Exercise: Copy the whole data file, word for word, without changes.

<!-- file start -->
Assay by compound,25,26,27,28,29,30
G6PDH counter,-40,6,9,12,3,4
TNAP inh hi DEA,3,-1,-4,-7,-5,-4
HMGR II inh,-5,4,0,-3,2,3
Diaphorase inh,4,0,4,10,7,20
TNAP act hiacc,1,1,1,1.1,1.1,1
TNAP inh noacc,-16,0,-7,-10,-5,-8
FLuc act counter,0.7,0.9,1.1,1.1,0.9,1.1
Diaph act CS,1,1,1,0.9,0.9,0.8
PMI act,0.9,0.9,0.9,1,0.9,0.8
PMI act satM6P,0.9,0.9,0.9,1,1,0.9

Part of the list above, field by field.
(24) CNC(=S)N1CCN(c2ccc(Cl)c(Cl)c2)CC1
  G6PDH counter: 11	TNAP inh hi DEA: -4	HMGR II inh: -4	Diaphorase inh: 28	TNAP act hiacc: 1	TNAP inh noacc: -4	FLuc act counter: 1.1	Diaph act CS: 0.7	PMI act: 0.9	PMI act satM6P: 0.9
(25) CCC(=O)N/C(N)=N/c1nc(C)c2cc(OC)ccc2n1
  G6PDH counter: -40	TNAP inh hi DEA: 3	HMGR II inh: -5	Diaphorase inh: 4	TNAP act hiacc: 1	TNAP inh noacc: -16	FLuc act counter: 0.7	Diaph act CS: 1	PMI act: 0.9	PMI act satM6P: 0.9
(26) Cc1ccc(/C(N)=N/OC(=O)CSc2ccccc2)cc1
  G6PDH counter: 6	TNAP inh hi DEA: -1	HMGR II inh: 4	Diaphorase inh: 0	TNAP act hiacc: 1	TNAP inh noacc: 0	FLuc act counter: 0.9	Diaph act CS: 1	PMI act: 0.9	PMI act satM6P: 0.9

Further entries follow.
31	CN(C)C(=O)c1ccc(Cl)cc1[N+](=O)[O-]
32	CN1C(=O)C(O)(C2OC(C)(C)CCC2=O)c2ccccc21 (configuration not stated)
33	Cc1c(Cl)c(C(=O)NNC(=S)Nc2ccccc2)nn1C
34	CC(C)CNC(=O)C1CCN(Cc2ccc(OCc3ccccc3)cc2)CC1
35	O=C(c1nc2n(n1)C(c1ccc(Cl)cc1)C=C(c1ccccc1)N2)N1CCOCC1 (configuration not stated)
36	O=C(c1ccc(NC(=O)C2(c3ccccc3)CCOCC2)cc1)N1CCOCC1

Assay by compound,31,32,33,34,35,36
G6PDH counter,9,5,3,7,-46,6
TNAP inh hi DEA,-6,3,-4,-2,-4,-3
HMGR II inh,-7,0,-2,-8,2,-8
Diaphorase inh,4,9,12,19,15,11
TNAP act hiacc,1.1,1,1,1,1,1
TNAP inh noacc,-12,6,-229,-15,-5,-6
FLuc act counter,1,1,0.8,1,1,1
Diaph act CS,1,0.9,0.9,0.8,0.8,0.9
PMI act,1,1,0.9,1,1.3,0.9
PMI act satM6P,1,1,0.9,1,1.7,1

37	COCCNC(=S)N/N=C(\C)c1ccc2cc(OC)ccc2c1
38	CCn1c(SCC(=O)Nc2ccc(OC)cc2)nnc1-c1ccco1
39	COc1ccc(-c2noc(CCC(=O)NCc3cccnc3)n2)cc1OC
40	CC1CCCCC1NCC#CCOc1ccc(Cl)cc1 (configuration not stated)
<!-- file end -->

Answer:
Assay by compound,25,26,27,28,29,30
G6PDH counter,-40,6,9,12,3,4
TNAP inh hi DEA,3,-1,-4,-7,-5,-4
HMGR II inh,-5,4,0,-3,2,3
Diaphorase inh,4,0,4,10,7,20
TNAP act hiacc,1,1,1,1.1,1.1,1
TNAP inh noacc,-16,0,-7,-10,-5,-8
FLuc act counter,0.7,0.9,1.1,1.1,0.9,1.1
Diaph act CS,1,1,1,0.9,0.9,0.8
PMI act,0.9,0.9,0.9,1,0.9,0.8
PMI act satM6P,0.9,0.9,0.9,1,1,0.9

Part of the list above, field by field.
(24) CNC(=S)N1CCN(c2ccc(Cl)c(Cl)c2)CC1
  G6PDH counter: 11	TNAP inh hi DEA: -4	HMGR II inh: -4	Diaphorase inh: 28	TNAP act hiacc: 1	TNAP inh noacc: -4	FLuc act counter: 1.1	Diaph act CS: 0.7	PMI act: 0.9	PMI act satM6P: 0.9
(25) CCC(=O)N/C(N)=N/c1nc(C)c2cc(OC)ccc2n1
  G6PDH counter: -40	TNAP inh hi DEA: 3	HMGR II inh: -5	Diaphorase inh: 4	TNAP act hiacc: 1	TNAP inh noacc: -16	FLuc act counter: 0.7	Diaph act CS: 1	PMI act: 0.9	PMI act satM6P: 0.9
(26) Cc1ccc(/C(N)=N/OC(=O)CSc2ccccc2)cc1
  G6PDH counter: 6	TNAP inh hi DEA: -1	HMGR II inh: 4	Diaphorase inh: 0	TNAP act hiacc: 1	TNAP inh noacc: 0	FLuc act counter: 0.9	Diaph act CS: 1	PMI act: 0.9	PMI act satM6P: 0.9

Further entries follow.
31	CN(C)C(=O)c1ccc(Cl)cc1[N+](=O)[O-]
32	CN1C(=O)C(O)(C2OC(C)(C)CCC2=O)c2ccccc21 (configuration not stated)
33	Cc1c(Cl)c(C(=O)NNC(=S)Nc2ccccc2)nn1C
34	CC(C)CNC(=O)C1CCN(Cc2ccc(OCc3ccccc3)cc2)CC1
35	O=C(c1nc2n(n1)C(c1ccc(Cl)cc1)C=C(c1ccccc1)N2)N1CCOCC1 (configuration not stated)
36	O=C(c1ccc(NC(=O)C2(c3ccccc3)CCOCC2)cc1)N1CCOCC1

Assay by compound,31,32,33,34,35,36
G6PDH counter,9,5,3,7,-46,6
TNAP inh hi DEA,-6,3,-4,-2,-4,-3
HMGR II inh,-7,0,-2,-8,2,-8
Diaphorase inh,4,9,12,19,15,11
TNAP act hiacc,1.1,1,1,1,1,1
TNAP inh noacc,-12,6,-229,-15,-5,-6
FLuc act counter,1,1,0.8,1,1,1
Diaph act CS,1,0.9,0.9,0.8,0.8,0.9
PMI act,1,1,0.9,1,1.3,0.9
PMI act satM6P,1,1,0.9,1,1.7,1

37	COCCNC(=S)N/N=C(\C)c1ccc2cc(OC)ccc2c1
38	CCn1c(SCC(=O)Nc2ccc(OC)cc2)nnc1-c1ccco1
39	COc1ccc(-c2noc(CCC(=O)NCc3cccnc3)n2)cc1OC
40	CC1CCCCC1NCC#CCOc1ccc(Cl)cc1 (configuration not stated)